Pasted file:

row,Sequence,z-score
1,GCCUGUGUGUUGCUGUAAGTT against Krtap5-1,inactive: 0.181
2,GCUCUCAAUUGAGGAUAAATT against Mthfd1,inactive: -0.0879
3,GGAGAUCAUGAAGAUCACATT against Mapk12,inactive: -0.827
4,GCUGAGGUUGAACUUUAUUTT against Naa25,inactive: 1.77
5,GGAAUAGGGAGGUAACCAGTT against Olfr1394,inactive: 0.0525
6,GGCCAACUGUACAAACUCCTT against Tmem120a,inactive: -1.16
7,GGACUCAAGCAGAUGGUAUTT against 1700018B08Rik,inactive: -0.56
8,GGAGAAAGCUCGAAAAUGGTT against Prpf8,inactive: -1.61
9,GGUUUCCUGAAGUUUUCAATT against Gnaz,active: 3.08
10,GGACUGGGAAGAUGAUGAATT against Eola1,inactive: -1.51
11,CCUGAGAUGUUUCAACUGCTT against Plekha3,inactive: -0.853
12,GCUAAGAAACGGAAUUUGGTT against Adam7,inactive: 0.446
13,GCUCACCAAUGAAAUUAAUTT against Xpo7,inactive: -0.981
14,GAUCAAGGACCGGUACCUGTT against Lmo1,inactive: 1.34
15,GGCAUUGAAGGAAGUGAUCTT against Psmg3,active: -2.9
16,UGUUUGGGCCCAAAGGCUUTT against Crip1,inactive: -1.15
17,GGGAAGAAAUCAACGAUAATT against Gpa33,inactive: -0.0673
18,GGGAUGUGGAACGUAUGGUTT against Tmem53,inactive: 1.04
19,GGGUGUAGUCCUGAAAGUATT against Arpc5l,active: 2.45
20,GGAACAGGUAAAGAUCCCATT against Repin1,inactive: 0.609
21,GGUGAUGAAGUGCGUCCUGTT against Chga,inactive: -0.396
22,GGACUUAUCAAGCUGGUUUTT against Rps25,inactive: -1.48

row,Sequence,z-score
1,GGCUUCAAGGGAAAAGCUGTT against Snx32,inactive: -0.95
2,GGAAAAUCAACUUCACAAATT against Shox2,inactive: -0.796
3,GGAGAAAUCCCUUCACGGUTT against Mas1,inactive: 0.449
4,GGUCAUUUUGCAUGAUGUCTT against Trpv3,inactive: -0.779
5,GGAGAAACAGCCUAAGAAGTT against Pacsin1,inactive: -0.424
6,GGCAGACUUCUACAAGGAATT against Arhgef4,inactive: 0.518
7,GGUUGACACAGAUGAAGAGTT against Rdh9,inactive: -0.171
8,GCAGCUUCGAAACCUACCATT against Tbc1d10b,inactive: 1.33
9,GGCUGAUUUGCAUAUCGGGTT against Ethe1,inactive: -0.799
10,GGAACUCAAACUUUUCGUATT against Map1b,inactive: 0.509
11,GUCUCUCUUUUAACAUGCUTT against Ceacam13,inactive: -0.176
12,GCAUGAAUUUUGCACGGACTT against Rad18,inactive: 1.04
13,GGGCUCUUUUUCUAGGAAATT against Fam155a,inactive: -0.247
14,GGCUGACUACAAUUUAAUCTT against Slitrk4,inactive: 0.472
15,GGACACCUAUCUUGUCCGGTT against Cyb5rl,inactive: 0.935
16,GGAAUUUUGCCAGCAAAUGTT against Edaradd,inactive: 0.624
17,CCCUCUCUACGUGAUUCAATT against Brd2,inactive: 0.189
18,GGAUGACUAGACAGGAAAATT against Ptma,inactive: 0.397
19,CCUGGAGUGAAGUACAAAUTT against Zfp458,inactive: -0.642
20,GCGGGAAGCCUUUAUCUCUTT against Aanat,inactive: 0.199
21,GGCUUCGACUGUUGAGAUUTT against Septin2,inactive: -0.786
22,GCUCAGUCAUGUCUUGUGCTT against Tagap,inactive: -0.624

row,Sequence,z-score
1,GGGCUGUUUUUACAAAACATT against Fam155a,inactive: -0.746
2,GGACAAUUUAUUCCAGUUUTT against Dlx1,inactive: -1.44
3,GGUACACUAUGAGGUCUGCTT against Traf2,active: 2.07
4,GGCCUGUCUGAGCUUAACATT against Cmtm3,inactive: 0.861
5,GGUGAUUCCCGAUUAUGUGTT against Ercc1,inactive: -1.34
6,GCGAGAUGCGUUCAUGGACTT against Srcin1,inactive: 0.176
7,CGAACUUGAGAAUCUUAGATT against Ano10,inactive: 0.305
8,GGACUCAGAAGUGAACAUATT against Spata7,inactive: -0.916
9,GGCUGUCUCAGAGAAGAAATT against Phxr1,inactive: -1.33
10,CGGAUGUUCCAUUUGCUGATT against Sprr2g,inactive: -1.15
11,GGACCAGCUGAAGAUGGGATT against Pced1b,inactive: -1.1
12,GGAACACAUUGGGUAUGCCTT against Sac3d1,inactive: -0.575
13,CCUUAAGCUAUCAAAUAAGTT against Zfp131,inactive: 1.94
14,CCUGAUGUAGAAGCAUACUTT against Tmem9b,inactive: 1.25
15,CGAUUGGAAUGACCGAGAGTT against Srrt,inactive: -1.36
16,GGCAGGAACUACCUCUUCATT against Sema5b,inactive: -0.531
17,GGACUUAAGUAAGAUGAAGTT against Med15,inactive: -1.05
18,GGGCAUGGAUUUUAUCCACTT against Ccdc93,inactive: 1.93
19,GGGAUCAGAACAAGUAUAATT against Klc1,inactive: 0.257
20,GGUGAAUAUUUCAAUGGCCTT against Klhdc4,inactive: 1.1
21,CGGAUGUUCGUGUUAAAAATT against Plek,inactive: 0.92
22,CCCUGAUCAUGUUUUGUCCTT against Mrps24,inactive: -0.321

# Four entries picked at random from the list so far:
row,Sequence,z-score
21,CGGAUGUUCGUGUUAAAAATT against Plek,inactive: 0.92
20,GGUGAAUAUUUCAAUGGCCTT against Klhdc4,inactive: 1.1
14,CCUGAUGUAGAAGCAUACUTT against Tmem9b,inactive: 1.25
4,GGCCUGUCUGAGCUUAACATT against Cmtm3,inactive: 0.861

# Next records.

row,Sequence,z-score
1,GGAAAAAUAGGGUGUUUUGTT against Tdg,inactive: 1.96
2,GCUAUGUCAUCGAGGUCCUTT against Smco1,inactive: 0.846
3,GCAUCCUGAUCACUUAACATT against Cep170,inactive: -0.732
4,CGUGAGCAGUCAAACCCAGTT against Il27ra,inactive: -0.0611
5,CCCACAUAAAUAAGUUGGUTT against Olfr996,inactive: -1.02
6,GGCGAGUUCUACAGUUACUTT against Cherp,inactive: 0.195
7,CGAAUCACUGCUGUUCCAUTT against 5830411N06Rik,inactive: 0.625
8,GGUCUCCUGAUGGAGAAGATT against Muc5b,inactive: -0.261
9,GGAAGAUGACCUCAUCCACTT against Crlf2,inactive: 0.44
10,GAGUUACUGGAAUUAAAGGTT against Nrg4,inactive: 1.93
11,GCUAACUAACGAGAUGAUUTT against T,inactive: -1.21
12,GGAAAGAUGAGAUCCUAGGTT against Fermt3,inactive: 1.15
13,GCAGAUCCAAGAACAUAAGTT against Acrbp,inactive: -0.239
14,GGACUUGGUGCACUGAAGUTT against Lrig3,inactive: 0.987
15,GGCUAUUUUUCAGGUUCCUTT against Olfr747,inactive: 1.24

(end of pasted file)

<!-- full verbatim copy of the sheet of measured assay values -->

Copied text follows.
row,Sequence,z-score
1,GCCUGUGUGUUGCUGUAAGTT against Krtap5-1,inactive: 0.181
2,GCUCUCAAUUGAGGAUAAATT against Mthfd1,inactive: -0.0879
3,GGAGAUCAUGAAGAUCACATT against Mapk12,inactive: -0.827
4,GCUGAGGUUGAACUUUAUUTT against Naa25,inactive: 1.77
5,GGAAUAGGGAGGUAACCAGTT against Olfr1394,inactive: 0.0525
6,GGCCAACUGUACAAACUCCTT against Tmem120a,inactive: -1.16
7,GGACUCAAGCAGAUGGUAUTT against 1700018B08Rik,inactive: -0.56
8,GGAGAAAGCUCGAAAAUGGTT against Prpf8,inactive: -1.61
9,GGUUUCCUGAAGUUUUCAATT against Gnaz,active: 3.08
10,GGACUGGGAAGAUGAUGAATT against Eola1,inactive: -1.51
11,CCUGAGAUGUUUCAACUGCTT against Plekha3,inactive: -0.853
12,GCUAAGAAACGGAAUUUGGTT against Adam7,inactive: 0.446
13,GCUCACCAAUGAAAUUAAUTT against Xpo7,inactive: -0.981
14,GAUCAAGGACCGGUACCUGTT against Lmo1,inactive: 1.34
15,GGCAUUGAAGGAAGUGAUCTT against Psmg3,active: -2.9
16,UGUUUGGGCCCAAAGGCUUTT against Crip1,inactive: -1.15
17,GGGAAGAAAUCAACGAUAATT against Gpa33,inactive: -0.0673
18,GGGAUGUGGAACGUAUGGUTT against Tmem53,inactive: 1.04
19,GGGUGUAGUCCUGAAAGUATT against Arpc5l,active: 2.45
20,GGAACAGGUAAAGAUCCCATT against Repin1,inactive: 0.609
21,GGUGAUGAAGUGCGUCCUGTT against Chga,inactive: -0.396
22,GGACUUAUCAAGCUGGUUUTT against Rps25,inactive: -1.48

row,Sequence,z-score
1,GGCUUCAAGGGAAAAGCUGTT against Snx32,inactive: -0.95
2,GGAAAAUCAACUUCACAAATT against Shox2,inactive: -0.796
3,GGAGAAAUCCCUUCACGGUTT against Mas1,inactive: 0.449
4,GGUCAUUUUGCAUGAUGUCTT against Trpv3,inactive: -0.779
5,GGAGAAACAGCCUAAGAAGTT against Pacsin1,inactive: -0.424
6,GGCAGACUUCUACAAGGAATT against Arhgef4,inactive: 0.518
7,GGUUGACACAGAUGAAGAGTT against Rdh9,inactive: -0.171
8,GCAGCUUCGAAACCUACCATT against Tbc1d10b,inactive: 1.33
9,GGCUGAUUUGCAUAUCGGGTT against Ethe1,inactive: -0.799
10,GGAACUCAAACUUUUCGUATT against Map1b,inactive: 0.509
11,GUCUCUCUUUUAACAUGCUTT against Ceacam13,inactive: -0.176
12,GCAUGAAUUUUGCACGGACTT against Rad18,inactive: 1.04
13,GGGCUCUUUUUCUAGGAAATT against Fam155a,inactive: -0.247
14,GGCUGACUACAAUUUAAUCTT against Slitrk4,inactive: 0.472
15,GGACACCUAUCUUGUCCGGTT against Cyb5rl,inactive: 0.935
16,GGAAUUUUGCCAGCAAAUGTT against Edaradd,inactive: 0.624
17,CCCUCUCUACGUGAUUCAATT against Brd2,inactive: 0.189
18,GGAUGACUAGACAGGAAAATT against Ptma,inactive: 0.397
19,CCUGGAGUGAAGUACAAAUTT against Zfp458,inactive: -0.642
20,GCGGGAAGCCUUUAUCUCUTT against Aanat,inactive: 0.199
21,GGCUUCGACUGUUGAGAUUTT against Septin2,inactive: -0.786
22,GCUCAGUCAUGUCUUGUGCTT against Tagap,inactive: -0.624

row,Sequence,z-score
1,GGGCUGUUUUUACAAAACATT against Fam155a,inactive: -0.746
2,GGACAAUUUAUUCCAGUUUTT against Dlx1,inactive: -1.44
3,GGUACACUAUGAGGUCUGCTT against Traf2,active: 2.07
4,GGCCUGUCUGAGCUUAACATT against Cmtm3,inactive: 0.861
5,GGUGAUUCCCGAUUAUGUGTT against Ercc1,inactive: -1.34
6,GCGAGAUGCGUUCAUGGACTT against Srcin1,inactive: 0.176
7,CGAACUUGAGAAUCUUAGATT against Ano10,inactive: 0.305
8,GGACUCAGAAGUGAACAUATT against Spata7,inactive: -0.916
9,GGCUGUCUCAGAGAAGAAATT against Phxr1,inactive: -1.33
10,CGGAUGUUCCAUUUGCUGATT against Sprr2g,inactive: -1.15
11,GGACCAGCUGAAGAUGGGATT against Pced1b,inactive: -1.1
12,GGAACACAUUGGGUAUGCCTT against Sac3d1,inactive: -0.575
13,CCUUAAGCUAUCAAAUAAGTT against Zfp131,inactive: 1.94
14,CCUGAUGUAGAAGCAUACUTT against Tmem9b,inactive: 1.25
15,CGAUUGGAAUGACCGAGAGTT against Srrt,inactive: -1.36
16,GGCAGGAACUACCUCUUCATT against Sema5b,inactive: -0.531
17,GGACUUAAGUAAGAUGAAGTT against Med15,inactive: -1.05
18,GGGCAUGGAUUUUAUCCACTT against Ccdc93,inactive: 1.93
19,GGGAUCAGAACAAGUAUAATT against Klc1,inactive: 0.257
20,GGUGAAUAUUUCAAUGGCCTT against Klhdc4,inactive: 1.1
21,CGGAUGUUCGUGUUAAAAATT against Plek,inactive: 0.92
22,CCCUGAUCAUGUUUUGUCCTT against Mrps24,inactive: -0.321

# Four entries picked at random from the list so far:
row,Sequence,z-score
21,CGGAUGUUCGUGUUAAAAATT against Plek,inactive: 0.92
20,GGUGAAUAUUUCAAUGGCCTT against Klhdc4,inactive: 1.1
14,CCUGAUGUAGAAGCAUACUTT against Tmem9b,inactive: 1.25
4,GGCCUGUCUGAGCUUAACATT against Cmtm3,inactive: 0.861

# Next records.

row,Sequence,z-score
1,GGAAAAAUAGGGUGUUUUGTT against Tdg,inactive: 1.96
2,GCUAUGUCAUCGAGGUCCUTT against Smco1,inactive: 0.846
3,GCAUCCUGAUCACUUAACATT against Cep170,inactive: -0.732
4,CGUGAGCAGUCAAACCCAGTT against Il27ra,inactive: -0.0611
5,CCCACAUAAAUAAGUUGGUTT against Olfr996,inactive: -1.02
6,GGCGAGUUCUACAGUUACUTT against Cherp,inactive: 0.195
7,CGAAUCACUGCUGUUCCAUTT against 5830411N06Rik,inactive: 0.625
8,GGUCUCCUGAUGGAGAAGATT against Muc5b,inactive: -0.261
9,GGAAGAUGACCUCAUCCACTT against Crlf2,inactive: 0.44
10,GAGUUACUGGAAUUAAAGGTT against Nrg4,inactive: 1.93
11,GCUAACUAACGAGAUGAUUTT against T,inactive: -1.21
12,GGAAAGAUGAGAUCCUAGGTT against Fermt3,inactive: 1.15
13,GCAGAUCCAAGAACAUAAGTT against Acrbp,inactive: -0.239
14,GGACUUGGUGCACUGAAGUTT against Lrig3,inactive: 0.987
15,GGCUAUUUUUCAGGUUCCUTT against Olfr747,inactive: 1.24